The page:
Boris Says EU Exit Might Be Best For Britain
Britain could be better off if it "quits" the European Union than if it remains a member, Boris Johnson has said.
The London Mayor made his comments ahead of the publication of a new report, which finds London's economy would not suffer significantly if the UK headed for the exit.
Mr Johnson, who will make a speech on the report on Wednesday, is expected to set out an eight-point plan for reform of the EU, which will far exceed the renegotiation deal being attempted by the Prime Minister.
"When you look at the cost of EU social policy, the stagnation of the EU economies, the continuing absurdities of some Brussels regulation, we are plainly getting to the stage where it might well be better to quit an unreformed EU than to stay in," Mr Johnson wrote in his column for The Daily Telegraph.
"As it happens, I have no doubt that we can lead the campaign for reform. But if we are going to succeed, we need to build on our alliances, and to appreciate how our friends on the continent see things."†
It comes amid increasing speculation over whether the London mayor will stand for†MP in 2015 and a possible subsequent bid for the Tory leadership should David Cameron fail to deliver at the ballot box next year.
The comments could also pit Mr Johnson against Chancellor George Osborne, also a potential leadership contender, who will be giving a speech on Tuesday.
And it will put pressure on Mr Cameron to be clear about whether he will campaign to leave the EU if he fails to gain a better deal for the UK come a promised in-out referendum in 2017.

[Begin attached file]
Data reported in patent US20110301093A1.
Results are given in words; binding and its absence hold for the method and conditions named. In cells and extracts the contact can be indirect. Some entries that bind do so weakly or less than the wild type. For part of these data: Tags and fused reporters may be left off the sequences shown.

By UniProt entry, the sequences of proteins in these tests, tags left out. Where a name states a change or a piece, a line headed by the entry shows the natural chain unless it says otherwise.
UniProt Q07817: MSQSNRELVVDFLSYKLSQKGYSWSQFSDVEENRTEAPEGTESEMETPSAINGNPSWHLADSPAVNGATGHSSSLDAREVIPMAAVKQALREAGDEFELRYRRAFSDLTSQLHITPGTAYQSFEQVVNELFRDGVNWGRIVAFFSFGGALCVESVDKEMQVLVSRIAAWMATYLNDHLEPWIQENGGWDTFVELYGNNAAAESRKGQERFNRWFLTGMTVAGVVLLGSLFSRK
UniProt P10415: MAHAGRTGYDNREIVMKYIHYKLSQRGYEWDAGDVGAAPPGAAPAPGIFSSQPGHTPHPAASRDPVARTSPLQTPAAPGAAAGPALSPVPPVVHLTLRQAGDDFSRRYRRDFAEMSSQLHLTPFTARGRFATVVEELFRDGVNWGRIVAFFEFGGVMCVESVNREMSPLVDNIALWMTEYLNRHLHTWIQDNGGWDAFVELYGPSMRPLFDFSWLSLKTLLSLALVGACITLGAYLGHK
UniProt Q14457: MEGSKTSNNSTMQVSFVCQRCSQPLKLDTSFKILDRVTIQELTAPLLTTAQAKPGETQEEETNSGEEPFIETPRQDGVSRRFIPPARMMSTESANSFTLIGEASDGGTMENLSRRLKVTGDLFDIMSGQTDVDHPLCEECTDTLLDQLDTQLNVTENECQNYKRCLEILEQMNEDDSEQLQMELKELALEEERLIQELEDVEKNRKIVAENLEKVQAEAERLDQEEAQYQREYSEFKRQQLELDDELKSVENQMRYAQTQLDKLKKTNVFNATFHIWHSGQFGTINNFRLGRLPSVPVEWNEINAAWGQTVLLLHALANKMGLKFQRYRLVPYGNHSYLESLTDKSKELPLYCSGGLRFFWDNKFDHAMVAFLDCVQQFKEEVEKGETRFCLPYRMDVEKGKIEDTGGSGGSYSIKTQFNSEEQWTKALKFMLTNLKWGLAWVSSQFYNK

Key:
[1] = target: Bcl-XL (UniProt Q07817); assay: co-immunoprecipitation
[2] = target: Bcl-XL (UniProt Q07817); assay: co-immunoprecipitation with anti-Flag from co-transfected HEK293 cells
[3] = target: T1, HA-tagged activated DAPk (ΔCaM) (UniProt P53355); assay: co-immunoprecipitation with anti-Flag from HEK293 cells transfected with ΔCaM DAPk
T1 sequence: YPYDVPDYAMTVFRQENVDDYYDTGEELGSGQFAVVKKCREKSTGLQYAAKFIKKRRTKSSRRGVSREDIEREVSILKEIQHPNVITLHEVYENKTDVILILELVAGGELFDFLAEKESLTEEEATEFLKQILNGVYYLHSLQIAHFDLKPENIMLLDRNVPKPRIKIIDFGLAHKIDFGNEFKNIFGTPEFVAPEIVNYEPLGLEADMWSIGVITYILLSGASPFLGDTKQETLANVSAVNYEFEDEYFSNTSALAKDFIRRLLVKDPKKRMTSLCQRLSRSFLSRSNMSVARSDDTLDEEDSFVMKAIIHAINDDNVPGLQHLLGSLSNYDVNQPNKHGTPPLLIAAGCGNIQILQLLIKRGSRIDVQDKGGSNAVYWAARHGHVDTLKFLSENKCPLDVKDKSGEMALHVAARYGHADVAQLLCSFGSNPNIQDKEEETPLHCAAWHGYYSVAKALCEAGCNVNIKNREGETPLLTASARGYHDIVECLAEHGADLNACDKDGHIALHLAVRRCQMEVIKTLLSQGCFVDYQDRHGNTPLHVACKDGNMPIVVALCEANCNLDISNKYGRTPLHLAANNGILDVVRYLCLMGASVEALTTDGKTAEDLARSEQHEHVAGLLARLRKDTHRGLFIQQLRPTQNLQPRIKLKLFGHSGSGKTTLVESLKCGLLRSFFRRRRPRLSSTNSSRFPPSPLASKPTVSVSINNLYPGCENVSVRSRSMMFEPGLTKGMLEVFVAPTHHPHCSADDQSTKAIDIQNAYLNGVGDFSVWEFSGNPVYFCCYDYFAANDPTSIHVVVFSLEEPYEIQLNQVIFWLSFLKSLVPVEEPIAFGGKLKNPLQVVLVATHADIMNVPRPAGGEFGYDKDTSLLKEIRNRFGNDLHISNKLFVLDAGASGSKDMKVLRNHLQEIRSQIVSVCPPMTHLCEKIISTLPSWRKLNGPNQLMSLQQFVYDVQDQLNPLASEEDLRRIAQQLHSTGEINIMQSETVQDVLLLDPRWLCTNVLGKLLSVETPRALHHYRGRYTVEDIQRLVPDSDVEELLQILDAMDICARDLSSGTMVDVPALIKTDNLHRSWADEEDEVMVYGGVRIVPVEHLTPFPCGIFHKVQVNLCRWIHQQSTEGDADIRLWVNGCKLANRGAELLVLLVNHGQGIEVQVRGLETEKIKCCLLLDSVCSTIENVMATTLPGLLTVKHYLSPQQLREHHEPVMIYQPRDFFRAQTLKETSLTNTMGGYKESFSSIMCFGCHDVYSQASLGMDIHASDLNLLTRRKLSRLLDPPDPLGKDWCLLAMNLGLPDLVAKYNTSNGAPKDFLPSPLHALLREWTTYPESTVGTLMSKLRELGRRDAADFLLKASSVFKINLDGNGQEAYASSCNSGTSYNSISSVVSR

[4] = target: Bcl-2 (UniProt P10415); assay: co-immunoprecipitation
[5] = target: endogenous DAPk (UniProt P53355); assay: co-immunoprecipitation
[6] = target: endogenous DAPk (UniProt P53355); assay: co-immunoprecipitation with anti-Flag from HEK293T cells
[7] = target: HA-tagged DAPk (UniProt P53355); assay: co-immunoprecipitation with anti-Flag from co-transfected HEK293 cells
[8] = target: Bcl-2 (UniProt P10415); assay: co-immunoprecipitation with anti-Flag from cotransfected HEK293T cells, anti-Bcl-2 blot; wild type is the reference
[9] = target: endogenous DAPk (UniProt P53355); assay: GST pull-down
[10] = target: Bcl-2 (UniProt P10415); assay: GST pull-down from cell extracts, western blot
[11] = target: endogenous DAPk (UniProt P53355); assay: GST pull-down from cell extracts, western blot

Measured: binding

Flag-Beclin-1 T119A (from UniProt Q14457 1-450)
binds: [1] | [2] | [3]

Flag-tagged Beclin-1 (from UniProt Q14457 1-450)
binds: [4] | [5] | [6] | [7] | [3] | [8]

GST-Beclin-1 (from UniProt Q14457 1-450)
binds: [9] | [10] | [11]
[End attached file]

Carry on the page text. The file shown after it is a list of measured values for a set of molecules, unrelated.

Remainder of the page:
The report, which has been drawn up by Mr Johnson's senior economic adviser Gerard Lyons, will say a British exit from the European Union is "definitely a viable option".
It is expected to find the capital's GDP of £350bn, which accounts for about a fifth of the UK economy, can be expected to grow to £640bn by 2034 if Britain stays in a reformed EU. However, it finds if Britain exits the EU, London's GDP would still grow to £614bn by 2034.
It comes as Nick Clegg calls for a limit on the number of migrants arriving from new EU countries.
He wants EU countries to be able to close the door if there are too many people from the new member states trying to come in.
All three main parties are attempting to respond to voters' concerns on immigration, which remains high on the agenda ahead of next year's General Election, and was capitalised on by UKIP at this year's local and European elections.
Polls have consistently shown that around half of voters think immigration is an important issue for Britain.
However, when asked what issues were most important to people and their families, less than a fifth of those asked put immigration at the top.